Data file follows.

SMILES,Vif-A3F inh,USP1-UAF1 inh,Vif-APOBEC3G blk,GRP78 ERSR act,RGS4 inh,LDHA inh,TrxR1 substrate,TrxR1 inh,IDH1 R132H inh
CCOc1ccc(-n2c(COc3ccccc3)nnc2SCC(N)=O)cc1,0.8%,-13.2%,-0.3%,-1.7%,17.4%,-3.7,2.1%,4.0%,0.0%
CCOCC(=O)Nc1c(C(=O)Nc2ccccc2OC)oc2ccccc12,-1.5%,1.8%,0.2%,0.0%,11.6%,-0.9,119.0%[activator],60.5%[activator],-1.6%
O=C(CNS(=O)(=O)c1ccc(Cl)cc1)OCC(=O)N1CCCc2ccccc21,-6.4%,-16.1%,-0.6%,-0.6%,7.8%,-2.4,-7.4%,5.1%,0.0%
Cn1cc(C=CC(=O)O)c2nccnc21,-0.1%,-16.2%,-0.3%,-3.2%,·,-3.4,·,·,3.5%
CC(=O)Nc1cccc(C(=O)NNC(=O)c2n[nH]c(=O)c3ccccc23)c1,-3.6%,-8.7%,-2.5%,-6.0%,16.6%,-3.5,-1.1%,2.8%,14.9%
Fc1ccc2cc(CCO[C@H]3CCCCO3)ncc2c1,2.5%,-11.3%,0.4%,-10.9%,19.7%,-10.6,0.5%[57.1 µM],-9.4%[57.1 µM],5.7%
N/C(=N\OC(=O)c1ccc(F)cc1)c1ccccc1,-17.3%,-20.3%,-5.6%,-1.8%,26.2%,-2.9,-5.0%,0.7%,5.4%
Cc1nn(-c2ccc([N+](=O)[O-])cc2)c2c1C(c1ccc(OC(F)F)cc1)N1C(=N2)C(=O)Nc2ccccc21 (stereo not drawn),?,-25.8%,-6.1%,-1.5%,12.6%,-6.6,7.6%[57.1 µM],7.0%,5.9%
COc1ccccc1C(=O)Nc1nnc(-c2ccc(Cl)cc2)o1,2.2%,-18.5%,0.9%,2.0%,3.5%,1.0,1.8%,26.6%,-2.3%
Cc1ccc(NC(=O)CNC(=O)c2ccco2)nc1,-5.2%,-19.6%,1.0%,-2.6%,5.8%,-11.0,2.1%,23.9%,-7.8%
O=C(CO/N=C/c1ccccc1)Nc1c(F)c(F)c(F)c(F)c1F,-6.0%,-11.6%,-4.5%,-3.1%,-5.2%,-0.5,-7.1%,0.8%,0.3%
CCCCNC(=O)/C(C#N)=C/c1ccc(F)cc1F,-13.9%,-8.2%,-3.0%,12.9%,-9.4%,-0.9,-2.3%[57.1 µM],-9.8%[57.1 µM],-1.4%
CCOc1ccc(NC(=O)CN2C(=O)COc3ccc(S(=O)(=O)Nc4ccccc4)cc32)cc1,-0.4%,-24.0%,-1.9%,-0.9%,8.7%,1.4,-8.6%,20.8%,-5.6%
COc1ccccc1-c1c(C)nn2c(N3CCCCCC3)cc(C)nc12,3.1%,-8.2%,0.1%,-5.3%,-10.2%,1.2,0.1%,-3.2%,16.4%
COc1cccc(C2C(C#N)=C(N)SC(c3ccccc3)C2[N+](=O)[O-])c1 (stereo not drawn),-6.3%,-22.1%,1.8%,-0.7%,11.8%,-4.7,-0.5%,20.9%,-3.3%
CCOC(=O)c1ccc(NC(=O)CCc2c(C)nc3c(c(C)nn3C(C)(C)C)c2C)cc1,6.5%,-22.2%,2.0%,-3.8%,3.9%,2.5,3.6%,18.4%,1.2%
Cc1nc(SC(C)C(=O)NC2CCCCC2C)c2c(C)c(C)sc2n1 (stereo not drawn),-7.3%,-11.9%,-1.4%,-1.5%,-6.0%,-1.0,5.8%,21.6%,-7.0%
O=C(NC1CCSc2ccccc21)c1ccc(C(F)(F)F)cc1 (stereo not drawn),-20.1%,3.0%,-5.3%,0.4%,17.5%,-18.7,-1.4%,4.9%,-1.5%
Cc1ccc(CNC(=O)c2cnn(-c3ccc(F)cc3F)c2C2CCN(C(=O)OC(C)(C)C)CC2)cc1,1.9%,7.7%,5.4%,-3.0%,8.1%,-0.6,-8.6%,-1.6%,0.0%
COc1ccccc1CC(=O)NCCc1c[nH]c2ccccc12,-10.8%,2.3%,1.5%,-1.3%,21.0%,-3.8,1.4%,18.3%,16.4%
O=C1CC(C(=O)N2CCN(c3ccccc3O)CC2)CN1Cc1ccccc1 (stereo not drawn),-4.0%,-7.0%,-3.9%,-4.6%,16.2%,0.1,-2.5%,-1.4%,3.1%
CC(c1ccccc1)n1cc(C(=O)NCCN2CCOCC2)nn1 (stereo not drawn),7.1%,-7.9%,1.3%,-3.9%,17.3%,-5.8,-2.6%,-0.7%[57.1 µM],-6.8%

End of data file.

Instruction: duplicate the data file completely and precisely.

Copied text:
SMILES,Vif-A3F inh,USP1-UAF1 inh,Vif-APOBEC3G blk,GRP78 ERSR act,RGS4 inh,LDHA inh,TrxR1 substrate,TrxR1 inh,IDH1 R132H inh
CCOc1ccc(-n2c(COc3ccccc3)nnc2SCC(N)=O)cc1,0.8%,-13.2%,-0.3%,-1.7%,17.4%,-3.7,2.1%,4.0%,0.0%
CCOCC(=O)Nc1c(C(=O)Nc2ccccc2OC)oc2ccccc12,-1.5%,1.8%,0.2%,0.0%,11.6%,-0.9,119.0%[activator],60.5%[activator],-1.6%
O=C(CNS(=O)(=O)c1ccc(Cl)cc1)OCC(=O)N1CCCc2ccccc21,-6.4%,-16.1%,-0.6%,-0.6%,7.8%,-2.4,-7.4%,5.1%,0.0%
Cn1cc(C=CC(=O)O)c2nccnc21,-0.1%,-16.2%,-0.3%,-3.2%,·,-3.4,·,·,3.5%
CC(=O)Nc1cccc(C(=O)NNC(=O)c2n[nH]c(=O)c3ccccc23)c1,-3.6%,-8.7%,-2.5%,-6.0%,16.6%,-3.5,-1.1%,2.8%,14.9%
Fc1ccc2cc(CCO[C@H]3CCCCO3)ncc2c1,2.5%,-11.3%,0.4%,-10.9%,19.7%,-10.6,0.5%[57.1 µM],-9.4%[57.1 µM],5.7%
N/C(=N\OC(=O)c1ccc(F)cc1)c1ccccc1,-17.3%,-20.3%,-5.6%,-1.8%,26.2%,-2.9,-5.0%,0.7%,5.4%
Cc1nn(-c2ccc([N+](=O)[O-])cc2)c2c1C(c1ccc(OC(F)F)cc1)N1C(=N2)C(=O)Nc2ccccc21 (stereo not drawn),?,-25.8%,-6.1%,-1.5%,12.6%,-6.6,7.6%[57.1 µM],7.0%,5.9%
COc1ccccc1C(=O)Nc1nnc(-c2ccc(Cl)cc2)o1,2.2%,-18.5%,0.9%,2.0%,3.5%,1.0,1.8%,26.6%,-2.3%
Cc1ccc(NC(=O)CNC(=O)c2ccco2)nc1,-5.2%,-19.6%,1.0%,-2.6%,5.8%,-11.0,2.1%,23.9%,-7.8%
O=C(CO/N=C/c1ccccc1)Nc1c(F)c(F)c(F)c(F)c1F,-6.0%,-11.6%,-4.5%,-3.1%,-5.2%,-0.5,-7.1%,0.8%,0.3%
CCCCNC(=O)/C(C#N)=C/c1ccc(F)cc1F,-13.9%,-8.2%,-3.0%,12.9%,-9.4%,-0.9,-2.3%[57.1 µM],-9.8%[57.1 µM],-1.4%
CCOc1ccc(NC(=O)CN2C(=O)COc3ccc(S(=O)(=O)Nc4ccccc4)cc32)cc1,-0.4%,-24.0%,-1.9%,-0.9%,8.7%,1.4,-8.6%,20.8%,-5.6%
COc1ccccc1-c1c(C)nn2c(N3CCCCCC3)cc(C)nc12,3.1%,-8.2%,0.1%,-5.3%,-10.2%,1.2,0.1%,-3.2%,16.4%
COc1cccc(C2C(C#N)=C(N)SC(c3ccccc3)C2[N+](=O)[O-])c1 (stereo not drawn),-6.3%,-22.1%,1.8%,-0.7%,11.8%,-4.7,-0.5%,20.9%,-3.3%
CCOC(=O)c1ccc(NC(=O)CCc2c(C)nc3c(c(C)nn3C(C)(C)C)c2C)cc1,6.5%,-22.2%,2.0%,-3.8%,3.9%,2.5,3.6%,18.4%,1.2%
Cc1nc(SC(C)C(=O)NC2CCCCC2C)c2c(C)c(C)sc2n1 (stereo not drawn),-7.3%,-11.9%,-1.4%,-1.5%,-6.0%,-1.0,5.8%,21.6%,-7.0%
O=C(NC1CCSc2ccccc21)c1ccc(C(F)(F)F)cc1 (stereo not drawn),-20.1%,3.0%,-5.3%,0.4%,17.5%,-18.7,-1.4%,4.9%,-1.5%
Cc1ccc(CNC(=O)c2cnn(-c3ccc(F)cc3F)c2C2CCN(C(=O)OC(C)(C)C)CC2)cc1,1.9%,7.7%,5.4%,-3.0%,8.1%,-0.6,-8.6%,-1.6%,0.0%
COc1ccccc1CC(=O)NCCc1c[nH]c2ccccc12,-10.8%,2.3%,1.5%,-1.3%,21.0%,-3.8,1.4%,18.3%,16.4%
O=C1CC(C(=O)N2CCN(c3ccccc3O)CC2)CN1Cc1ccccc1 (stereo not drawn),-4.0%,-7.0%,-3.9%,-4.6%,16.2%,0.1,-2.5%,-1.4%,3.1%
CC(c1ccccc1)n1cc(C(=O)NCCN2CCOCC2)nn1 (stereo not drawn),7.1%,-7.9%,1.3%,-3.9%,17.3%,-5.8,-2.6%,-0.7%[57.1 µM],-6.8%